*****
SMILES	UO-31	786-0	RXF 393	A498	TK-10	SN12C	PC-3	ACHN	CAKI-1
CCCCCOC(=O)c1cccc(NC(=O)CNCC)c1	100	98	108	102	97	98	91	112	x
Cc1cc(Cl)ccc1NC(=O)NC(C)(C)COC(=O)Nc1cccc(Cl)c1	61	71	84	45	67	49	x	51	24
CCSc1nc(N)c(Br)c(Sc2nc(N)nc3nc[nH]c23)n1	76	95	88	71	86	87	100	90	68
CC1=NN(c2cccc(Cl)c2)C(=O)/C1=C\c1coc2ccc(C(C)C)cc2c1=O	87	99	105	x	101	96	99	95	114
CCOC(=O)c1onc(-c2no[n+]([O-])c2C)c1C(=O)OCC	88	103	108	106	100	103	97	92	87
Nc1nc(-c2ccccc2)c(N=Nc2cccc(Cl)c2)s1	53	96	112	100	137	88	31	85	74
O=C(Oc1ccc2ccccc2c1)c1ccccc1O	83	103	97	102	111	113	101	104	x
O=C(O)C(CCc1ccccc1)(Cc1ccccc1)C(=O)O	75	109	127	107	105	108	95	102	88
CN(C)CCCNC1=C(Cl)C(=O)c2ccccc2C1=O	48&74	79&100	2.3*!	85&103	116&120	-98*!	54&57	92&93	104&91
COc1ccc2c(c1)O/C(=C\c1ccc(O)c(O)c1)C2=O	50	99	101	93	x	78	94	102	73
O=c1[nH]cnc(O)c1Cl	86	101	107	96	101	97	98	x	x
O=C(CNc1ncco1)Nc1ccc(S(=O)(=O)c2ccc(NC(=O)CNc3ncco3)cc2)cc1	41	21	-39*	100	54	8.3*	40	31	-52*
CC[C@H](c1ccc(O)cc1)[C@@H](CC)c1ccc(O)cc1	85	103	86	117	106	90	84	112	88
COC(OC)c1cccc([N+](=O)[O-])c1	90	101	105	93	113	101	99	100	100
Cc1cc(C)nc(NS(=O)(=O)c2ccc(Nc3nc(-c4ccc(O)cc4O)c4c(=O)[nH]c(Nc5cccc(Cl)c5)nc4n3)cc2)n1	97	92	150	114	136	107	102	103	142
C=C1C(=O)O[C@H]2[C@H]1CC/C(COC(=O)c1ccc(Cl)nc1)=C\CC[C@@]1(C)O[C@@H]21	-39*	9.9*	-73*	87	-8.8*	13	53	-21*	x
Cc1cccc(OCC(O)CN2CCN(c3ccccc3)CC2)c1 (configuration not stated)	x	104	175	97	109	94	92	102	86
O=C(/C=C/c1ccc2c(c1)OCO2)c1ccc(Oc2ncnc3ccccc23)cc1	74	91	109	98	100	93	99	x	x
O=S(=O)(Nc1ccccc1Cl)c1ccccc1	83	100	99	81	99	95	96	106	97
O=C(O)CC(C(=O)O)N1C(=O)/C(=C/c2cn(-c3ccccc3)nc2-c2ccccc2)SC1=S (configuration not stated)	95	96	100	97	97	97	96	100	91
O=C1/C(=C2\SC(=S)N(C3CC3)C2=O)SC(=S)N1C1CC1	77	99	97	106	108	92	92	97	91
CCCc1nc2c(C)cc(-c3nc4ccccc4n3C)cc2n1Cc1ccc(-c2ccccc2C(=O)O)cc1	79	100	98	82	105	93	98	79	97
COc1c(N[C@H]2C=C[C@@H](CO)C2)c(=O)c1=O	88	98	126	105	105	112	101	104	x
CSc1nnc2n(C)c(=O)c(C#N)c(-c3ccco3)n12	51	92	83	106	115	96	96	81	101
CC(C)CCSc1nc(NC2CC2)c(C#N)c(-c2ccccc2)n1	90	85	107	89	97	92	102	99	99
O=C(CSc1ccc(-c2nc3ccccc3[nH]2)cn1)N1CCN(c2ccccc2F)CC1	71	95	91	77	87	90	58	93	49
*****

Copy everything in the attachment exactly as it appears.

SMILES	UO-31	786-0	RXF 393	A498	TK-10	SN12C	PC-3	ACHN	CAKI-1
CCCCCOC(=O)c1cccc(NC(=O)CNCC)c1	100	98	108	102	97	98	91	112	x
Cc1cc(Cl)ccc1NC(=O)NC(C)(C)COC(=O)Nc1cccc(Cl)c1	61	71	84	45	67	49	x	51	24
CCSc1nc(N)c(Br)c(Sc2nc(N)nc3nc[nH]c23)n1	76	95	88	71	86	87	100	90	68
CC1=NN(c2cccc(Cl)c2)C(=O)/C1=C\c1coc2ccc(C(C)C)cc2c1=O	87	99	105	x	101	96	99	95	114
CCOC(=O)c1onc(-c2no[n+]([O-])c2C)c1C(=O)OCC	88	103	108	106	100	103	97	92	87
Nc1nc(-c2ccccc2)c(N=Nc2cccc(Cl)c2)s1	53	96	112	100	137	88	31	85	74
O=C(Oc1ccc2ccccc2c1)c1ccccc1O	83	103	97	102	111	113	101	104	x
O=C(O)C(CCc1ccccc1)(Cc1ccccc1)C(=O)O	75	109	127	107	105	108	95	102	88
CN(C)CCCNC1=C(Cl)C(=O)c2ccccc2C1=O	48&74	79&100	2.3*!	85&103	116&120	-98*!	54&57	92&93	104&91
COc1ccc2c(c1)O/C(=C\c1ccc(O)c(O)c1)C2=O	50	99	101	93	x	78	94	102	73
O=c1[nH]cnc(O)c1Cl	86	101	107	96	101	97	98	x	x
O=C(CNc1ncco1)Nc1ccc(S(=O)(=O)c2ccc(NC(=O)CNc3ncco3)cc2)cc1	41	21	-39*	100	54	8.3*	40	31	-52*
CC[C@H](c1ccc(O)cc1)[C@@H](CC)c1ccc(O)cc1	85	103	86	117	106	90	84	112	88
COC(OC)c1cccc([N+](=O)[O-])c1	90	101	105	93	113	101	99	100	100
Cc1cc(C)nc(NS(=O)(=O)c2ccc(Nc3nc(-c4ccc(O)cc4O)c4c(=O)[nH]c(Nc5cccc(Cl)c5)nc4n3)cc2)n1	97	92	150	114	136	107	102	103	142
C=C1C(=O)O[C@H]2[C@H]1CC/C(COC(=O)c1ccc(Cl)nc1)=C\CC[C@@]1(C)O[C@@H]21	-39*	9.9*	-73*	87	-8.8*	13	53	-21*	x
Cc1cccc(OCC(O)CN2CCN(c3ccccc3)CC2)c1 (configuration not stated)	x	104	175	97	109	94	92	102	86
O=C(/C=C/c1ccc2c(c1)OCO2)c1ccc(Oc2ncnc3ccccc23)cc1	74	91	109	98	100	93	99	x	x
O=S(=O)(Nc1ccccc1Cl)c1ccccc1	83	100	99	81	99	95	96	106	97
O=C(O)CC(C(=O)O)N1C(=O)/C(=C/c2cn(-c3ccccc3)nc2-c2ccccc2)SC1=S (configuration not stated)	95	96	100	97	97	97	96	100	91
O=C1/C(=C2\SC(=S)N(C3CC3)C2=O)SC(=S)N1C1CC1	77	99	97	106	108	92	92	97	91
CCCc1nc2c(C)cc(-c3nc4ccccc4n3C)cc2n1Cc1ccc(-c2ccccc2C(=O)O)cc1	79	100	98	82	105	93	98	79	97
COc1c(N[C@H]2C=C[C@@H](CO)C2)c(=O)c1=O	88	98	126	105	105	112	101	104	x
CSc1nnc2n(C)c(=O)c(C#N)c(-c3ccco3)n12	51	92	83	106	115	96	96	81	101
CC(C)CCSc1nc(NC2CC2)c(C#N)c(-c2ccccc2)n1	90	85	107	89	97	92	102	99	99
O=C(CSc1ccc(-c2nc3ccccc3[nH]2)cn1)N1CCN(c2ccccc2F)CC1	71	95	91	77	87	90	58	93	49